How the price change mechanism works

How the price change mechanism works

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REF: Drug Tariff Part VIIIA, Note 2

As prices in the market are constantly changing, there is an agreed mechanism in place to increase and decrease the reimbursement prices for medicines. This is intended to take into account pharmacies having stock of certain products already on their shelves when a price change is first introduced.

PSNC keeps the proprietary and non-proprietary price change mechanisms under close review. Over the years the current agreement has had a neutral effect on pharmacy contractors’ reimbursement given that prices decrease as well as increase from time to time.


Proprietary products

For proprietary preparations and Part VIIIA products where the price is based on a proprietary product (e.g. most Part VIIIA Category C products*), a price change up to and including the 8th of the month takes effect for prescriptions dispensed in the following month. A price change after the 8th of the month will be applied for reimbursement purposes to prescriptions dispensed one month later.

For example, if the manufacturer’s list price for a proprietary product changed on the 6th of February, the new reimbursement price would apply to prescriptions dispensed in March. If a manufacturer’s list price changed on the 15th February, the new reimbursement price would apply to prescriptions dispensed in April.

*Part VIIIA Category C includes drugs that are not readily available as a generic. The price is based on a particular proprietary product, manufacturer or sometimes supplier.


Generic products

For non-proprietary or generic products (excluding products in Part VIIIA, Category M) the reimbursement price change takes place one month earlier than proprietary products. For example, if the manufacturer’s list price changed on the 6th of February, the new reimbursement price would apply to prescriptions dispensed in February. If a manufacturer’s list price for a generic drug changed on the 15th February, the new reimbursement price would apply to prescriptions dispensed in March.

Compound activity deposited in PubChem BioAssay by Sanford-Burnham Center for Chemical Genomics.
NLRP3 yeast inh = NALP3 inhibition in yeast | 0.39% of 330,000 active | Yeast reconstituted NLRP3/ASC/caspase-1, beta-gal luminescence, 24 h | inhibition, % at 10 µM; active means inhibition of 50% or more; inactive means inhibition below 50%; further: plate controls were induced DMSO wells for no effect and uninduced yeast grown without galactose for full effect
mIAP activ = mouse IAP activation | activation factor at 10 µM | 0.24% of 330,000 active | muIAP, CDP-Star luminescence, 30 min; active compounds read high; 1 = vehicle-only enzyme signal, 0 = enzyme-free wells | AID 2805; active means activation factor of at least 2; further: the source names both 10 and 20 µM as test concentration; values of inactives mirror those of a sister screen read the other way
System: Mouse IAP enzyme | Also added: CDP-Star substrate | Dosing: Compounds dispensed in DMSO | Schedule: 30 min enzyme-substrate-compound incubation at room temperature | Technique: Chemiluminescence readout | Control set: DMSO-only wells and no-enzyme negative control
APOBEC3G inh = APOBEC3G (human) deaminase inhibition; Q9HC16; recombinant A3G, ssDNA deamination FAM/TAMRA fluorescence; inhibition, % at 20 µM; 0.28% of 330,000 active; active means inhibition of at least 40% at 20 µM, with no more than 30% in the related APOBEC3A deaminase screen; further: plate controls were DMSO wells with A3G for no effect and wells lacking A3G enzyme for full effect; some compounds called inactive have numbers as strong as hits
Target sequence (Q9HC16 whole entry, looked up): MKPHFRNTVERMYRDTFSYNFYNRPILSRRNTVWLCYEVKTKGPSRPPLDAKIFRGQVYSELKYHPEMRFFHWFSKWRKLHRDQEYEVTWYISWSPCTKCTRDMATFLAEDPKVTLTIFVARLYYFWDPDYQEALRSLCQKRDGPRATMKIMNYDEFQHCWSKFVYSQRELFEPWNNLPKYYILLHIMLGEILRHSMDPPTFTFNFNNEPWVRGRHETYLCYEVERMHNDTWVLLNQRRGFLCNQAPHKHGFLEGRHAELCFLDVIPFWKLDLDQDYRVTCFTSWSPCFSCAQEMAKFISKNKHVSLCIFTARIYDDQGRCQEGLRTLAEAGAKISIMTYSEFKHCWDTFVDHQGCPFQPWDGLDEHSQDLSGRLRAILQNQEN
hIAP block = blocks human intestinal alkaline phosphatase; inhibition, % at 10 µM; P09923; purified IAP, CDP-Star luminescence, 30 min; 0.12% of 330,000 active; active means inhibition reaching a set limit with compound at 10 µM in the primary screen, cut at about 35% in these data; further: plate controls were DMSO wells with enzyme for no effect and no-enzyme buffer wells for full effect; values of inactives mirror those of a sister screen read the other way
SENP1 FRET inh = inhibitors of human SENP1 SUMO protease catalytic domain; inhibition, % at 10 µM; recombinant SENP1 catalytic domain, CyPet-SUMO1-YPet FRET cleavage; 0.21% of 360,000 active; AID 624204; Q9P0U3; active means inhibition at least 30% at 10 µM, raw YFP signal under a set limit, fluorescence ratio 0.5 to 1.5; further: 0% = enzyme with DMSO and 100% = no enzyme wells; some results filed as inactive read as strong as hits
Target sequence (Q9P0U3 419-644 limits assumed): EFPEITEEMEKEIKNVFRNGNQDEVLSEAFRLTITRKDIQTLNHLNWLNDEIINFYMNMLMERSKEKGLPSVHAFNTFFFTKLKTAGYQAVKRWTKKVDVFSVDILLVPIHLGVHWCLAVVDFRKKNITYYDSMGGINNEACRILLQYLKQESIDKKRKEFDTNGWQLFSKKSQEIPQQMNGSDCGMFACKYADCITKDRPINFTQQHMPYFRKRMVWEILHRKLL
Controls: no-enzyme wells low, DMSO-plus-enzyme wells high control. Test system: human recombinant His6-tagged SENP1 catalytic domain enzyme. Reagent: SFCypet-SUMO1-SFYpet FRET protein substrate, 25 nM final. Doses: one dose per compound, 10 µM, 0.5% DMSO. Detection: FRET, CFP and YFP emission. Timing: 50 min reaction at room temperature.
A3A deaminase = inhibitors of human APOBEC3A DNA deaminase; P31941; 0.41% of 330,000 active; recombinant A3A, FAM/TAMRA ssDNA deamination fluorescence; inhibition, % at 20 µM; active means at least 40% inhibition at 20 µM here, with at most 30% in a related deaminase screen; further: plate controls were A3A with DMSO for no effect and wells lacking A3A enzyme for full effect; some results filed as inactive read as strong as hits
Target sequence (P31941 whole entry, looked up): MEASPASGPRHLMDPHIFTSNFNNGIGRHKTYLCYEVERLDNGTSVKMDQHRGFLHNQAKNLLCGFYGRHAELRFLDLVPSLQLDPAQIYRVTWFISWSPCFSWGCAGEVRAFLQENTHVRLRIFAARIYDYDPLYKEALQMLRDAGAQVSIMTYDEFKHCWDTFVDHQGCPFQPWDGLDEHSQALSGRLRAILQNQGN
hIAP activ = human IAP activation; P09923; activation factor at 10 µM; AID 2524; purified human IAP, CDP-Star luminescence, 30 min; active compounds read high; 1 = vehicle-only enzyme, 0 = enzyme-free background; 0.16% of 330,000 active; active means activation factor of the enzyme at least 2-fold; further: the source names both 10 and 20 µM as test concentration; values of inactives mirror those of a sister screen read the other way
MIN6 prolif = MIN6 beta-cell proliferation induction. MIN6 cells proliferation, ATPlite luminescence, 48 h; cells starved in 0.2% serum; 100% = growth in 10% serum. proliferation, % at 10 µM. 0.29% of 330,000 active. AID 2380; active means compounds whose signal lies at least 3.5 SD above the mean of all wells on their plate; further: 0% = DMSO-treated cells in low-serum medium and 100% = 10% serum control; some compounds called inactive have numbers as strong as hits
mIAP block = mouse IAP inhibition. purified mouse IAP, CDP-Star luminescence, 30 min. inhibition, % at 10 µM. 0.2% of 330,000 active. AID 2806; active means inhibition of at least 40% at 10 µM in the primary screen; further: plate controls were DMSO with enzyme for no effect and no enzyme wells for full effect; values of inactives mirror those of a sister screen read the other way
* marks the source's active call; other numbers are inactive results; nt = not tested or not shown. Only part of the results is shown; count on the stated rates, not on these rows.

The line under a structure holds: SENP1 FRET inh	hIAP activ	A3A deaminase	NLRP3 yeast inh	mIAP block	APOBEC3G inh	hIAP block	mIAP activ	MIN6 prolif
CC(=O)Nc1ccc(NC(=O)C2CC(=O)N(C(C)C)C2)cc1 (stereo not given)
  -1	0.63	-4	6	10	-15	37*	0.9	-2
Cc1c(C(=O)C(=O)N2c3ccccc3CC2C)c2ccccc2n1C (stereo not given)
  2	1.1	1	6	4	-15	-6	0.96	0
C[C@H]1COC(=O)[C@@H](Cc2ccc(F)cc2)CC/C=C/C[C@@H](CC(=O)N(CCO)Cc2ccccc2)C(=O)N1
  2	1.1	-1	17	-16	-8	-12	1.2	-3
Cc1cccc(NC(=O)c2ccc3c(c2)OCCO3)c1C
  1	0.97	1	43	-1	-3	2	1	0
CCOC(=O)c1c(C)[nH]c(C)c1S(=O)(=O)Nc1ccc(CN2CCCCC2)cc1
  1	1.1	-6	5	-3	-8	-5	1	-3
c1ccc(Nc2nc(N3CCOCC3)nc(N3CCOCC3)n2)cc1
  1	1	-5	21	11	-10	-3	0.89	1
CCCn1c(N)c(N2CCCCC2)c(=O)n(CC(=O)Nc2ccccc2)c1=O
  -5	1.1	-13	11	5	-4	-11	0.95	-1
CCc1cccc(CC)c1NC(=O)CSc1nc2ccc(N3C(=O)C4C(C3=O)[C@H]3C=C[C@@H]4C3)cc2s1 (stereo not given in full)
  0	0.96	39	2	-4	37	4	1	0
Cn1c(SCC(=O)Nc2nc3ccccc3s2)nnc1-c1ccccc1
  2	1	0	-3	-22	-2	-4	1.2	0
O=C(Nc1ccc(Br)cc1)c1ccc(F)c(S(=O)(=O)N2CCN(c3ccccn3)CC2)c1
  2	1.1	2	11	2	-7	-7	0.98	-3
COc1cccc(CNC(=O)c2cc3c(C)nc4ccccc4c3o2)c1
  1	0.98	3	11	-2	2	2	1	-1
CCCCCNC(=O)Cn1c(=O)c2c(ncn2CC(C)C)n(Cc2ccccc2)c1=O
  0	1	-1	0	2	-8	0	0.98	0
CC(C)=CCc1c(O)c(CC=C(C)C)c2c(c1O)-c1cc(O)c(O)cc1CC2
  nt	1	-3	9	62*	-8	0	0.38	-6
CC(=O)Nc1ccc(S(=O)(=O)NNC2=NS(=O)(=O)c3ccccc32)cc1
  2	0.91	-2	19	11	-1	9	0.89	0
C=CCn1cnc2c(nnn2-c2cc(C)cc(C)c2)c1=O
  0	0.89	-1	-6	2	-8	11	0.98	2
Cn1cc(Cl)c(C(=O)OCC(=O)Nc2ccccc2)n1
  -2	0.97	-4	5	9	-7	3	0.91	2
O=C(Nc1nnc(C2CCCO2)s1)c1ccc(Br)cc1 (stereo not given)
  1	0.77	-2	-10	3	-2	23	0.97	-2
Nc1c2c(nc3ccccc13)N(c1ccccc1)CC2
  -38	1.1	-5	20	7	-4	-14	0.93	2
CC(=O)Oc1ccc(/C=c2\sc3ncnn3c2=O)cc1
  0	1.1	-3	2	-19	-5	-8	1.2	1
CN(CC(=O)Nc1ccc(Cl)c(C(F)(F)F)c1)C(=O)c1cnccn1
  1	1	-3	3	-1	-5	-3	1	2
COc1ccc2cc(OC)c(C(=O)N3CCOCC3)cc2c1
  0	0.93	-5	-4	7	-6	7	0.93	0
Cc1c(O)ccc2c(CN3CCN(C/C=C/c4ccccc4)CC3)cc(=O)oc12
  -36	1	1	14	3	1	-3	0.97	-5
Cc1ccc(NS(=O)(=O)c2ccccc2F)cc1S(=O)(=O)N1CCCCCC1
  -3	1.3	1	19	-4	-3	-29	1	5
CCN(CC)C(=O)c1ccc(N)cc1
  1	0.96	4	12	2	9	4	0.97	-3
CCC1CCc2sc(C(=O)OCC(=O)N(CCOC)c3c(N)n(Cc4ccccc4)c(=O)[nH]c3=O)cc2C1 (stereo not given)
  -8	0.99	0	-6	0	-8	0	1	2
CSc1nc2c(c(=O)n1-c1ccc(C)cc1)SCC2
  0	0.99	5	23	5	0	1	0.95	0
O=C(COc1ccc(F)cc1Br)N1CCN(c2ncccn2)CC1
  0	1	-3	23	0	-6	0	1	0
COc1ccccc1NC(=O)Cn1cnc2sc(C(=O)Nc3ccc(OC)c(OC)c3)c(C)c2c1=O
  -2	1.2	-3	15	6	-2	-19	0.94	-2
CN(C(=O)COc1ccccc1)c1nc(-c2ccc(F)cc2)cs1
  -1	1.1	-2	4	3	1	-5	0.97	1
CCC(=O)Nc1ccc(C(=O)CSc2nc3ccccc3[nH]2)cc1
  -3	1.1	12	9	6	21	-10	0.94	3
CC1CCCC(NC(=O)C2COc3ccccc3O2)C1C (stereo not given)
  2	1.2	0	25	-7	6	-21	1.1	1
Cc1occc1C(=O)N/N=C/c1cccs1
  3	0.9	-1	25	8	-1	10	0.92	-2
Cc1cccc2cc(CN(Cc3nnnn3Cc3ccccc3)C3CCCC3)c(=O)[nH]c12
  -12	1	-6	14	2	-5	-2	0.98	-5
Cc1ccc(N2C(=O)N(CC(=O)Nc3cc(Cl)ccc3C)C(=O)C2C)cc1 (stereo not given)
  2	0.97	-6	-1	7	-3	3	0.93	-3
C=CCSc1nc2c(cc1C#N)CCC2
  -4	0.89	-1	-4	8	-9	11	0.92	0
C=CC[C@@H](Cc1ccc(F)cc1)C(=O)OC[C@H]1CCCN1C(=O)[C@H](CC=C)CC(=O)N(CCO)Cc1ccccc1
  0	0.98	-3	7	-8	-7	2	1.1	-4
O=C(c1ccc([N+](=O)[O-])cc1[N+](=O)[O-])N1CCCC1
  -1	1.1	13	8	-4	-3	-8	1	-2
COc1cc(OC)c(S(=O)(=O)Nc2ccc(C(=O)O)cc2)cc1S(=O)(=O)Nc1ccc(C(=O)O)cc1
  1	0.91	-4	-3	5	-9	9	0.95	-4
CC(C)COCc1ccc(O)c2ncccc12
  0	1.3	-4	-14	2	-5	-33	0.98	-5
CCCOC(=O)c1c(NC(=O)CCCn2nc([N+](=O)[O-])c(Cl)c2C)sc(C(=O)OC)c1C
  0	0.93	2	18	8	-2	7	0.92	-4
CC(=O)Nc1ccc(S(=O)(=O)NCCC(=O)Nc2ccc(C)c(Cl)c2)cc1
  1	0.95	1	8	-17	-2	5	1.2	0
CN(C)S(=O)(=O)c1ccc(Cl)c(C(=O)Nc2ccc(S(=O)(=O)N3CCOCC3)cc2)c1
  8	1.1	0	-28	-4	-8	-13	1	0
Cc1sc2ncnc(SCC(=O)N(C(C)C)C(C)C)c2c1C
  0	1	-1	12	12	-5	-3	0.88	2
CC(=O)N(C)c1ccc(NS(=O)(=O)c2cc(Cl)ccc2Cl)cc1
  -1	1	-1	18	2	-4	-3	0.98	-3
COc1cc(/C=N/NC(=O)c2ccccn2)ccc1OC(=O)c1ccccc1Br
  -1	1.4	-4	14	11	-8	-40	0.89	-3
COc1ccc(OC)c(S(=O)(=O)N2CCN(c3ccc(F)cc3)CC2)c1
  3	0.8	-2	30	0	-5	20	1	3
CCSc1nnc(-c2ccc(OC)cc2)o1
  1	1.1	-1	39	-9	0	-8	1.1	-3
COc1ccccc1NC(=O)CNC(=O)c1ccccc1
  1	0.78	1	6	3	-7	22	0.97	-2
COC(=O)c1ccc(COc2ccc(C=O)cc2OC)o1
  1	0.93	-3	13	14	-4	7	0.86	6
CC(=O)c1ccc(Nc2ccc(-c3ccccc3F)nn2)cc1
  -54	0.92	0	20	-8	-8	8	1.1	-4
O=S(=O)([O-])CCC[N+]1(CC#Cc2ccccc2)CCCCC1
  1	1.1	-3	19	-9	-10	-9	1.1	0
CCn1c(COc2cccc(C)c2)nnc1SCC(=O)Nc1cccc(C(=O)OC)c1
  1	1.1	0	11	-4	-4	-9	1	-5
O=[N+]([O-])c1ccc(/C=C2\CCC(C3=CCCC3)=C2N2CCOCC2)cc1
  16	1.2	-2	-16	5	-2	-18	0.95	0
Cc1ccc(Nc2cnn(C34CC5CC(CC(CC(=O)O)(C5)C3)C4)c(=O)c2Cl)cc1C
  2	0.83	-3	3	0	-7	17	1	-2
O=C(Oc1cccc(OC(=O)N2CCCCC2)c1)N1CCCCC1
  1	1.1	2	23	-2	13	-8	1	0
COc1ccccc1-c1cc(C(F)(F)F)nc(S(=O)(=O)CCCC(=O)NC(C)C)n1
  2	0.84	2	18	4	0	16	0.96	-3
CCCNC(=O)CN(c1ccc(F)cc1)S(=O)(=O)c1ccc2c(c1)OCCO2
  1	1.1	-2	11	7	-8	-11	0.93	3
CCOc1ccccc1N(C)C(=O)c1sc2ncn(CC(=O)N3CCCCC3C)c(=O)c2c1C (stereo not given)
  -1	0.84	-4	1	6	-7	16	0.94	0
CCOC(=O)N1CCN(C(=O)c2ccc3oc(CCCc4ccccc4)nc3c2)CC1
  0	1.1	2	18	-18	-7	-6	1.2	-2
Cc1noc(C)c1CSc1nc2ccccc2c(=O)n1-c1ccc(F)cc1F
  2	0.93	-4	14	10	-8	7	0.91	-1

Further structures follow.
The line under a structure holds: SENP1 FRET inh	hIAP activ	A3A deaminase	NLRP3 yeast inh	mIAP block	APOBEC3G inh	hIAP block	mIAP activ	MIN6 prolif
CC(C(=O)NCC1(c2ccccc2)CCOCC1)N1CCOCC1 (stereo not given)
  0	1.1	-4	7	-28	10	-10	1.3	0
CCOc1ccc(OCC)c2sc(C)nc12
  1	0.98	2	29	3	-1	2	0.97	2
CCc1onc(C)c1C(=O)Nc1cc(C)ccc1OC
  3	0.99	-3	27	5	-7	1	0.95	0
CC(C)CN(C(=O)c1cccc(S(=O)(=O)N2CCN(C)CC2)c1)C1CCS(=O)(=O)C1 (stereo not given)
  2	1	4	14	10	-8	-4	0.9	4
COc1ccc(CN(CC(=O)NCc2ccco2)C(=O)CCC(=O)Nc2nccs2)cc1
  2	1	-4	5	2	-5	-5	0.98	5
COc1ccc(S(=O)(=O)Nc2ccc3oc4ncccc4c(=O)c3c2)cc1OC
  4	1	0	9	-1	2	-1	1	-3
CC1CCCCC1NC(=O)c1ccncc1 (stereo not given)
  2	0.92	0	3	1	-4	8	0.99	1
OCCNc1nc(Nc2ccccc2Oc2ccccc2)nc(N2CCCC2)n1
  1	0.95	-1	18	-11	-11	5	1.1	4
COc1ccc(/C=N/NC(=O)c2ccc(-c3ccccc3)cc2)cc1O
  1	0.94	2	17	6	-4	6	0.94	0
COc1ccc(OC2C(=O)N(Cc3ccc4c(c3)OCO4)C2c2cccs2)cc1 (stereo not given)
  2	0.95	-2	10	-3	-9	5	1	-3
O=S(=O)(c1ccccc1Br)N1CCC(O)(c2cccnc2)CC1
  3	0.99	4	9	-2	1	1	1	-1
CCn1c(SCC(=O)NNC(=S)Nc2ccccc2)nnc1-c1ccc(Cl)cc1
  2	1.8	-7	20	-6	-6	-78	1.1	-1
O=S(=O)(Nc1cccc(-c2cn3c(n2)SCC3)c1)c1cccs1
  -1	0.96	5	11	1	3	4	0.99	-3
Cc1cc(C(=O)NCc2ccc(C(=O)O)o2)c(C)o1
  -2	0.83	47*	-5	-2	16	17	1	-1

Part VIIIA Category A includes popular generics, which are readily available. The price is based on a weighted average of the List Prices from 2 wholesalers and 2 generic manufacturers.


Category M products

Part VIIIA Category M includes drugs that are readily available, where the Department of Health calculates the reimbursement price based on information submitted by manufacturers.

The prices of Category M products change on a quarterly basis. More information on Category M price changes is available in the funding section of the site.


NCSO concessions

Where a product has been granted the NCSO concession, contractors are able to endorse ‘NCSO’ and the details of the product dispensed (manufacturer or brand name, pack size etc) and be paid based on the list price of the endorsed product rather than on the Drug Tariff price. If a price change occurs during a month that NCSO is granted and NCSO is claimed, the price change mechanism, generic or proprietary as appropriate, continues to apply when the reimbursement price of the endorsed product is calculated. Further information can be found in the NCSO and price concession section of our site.



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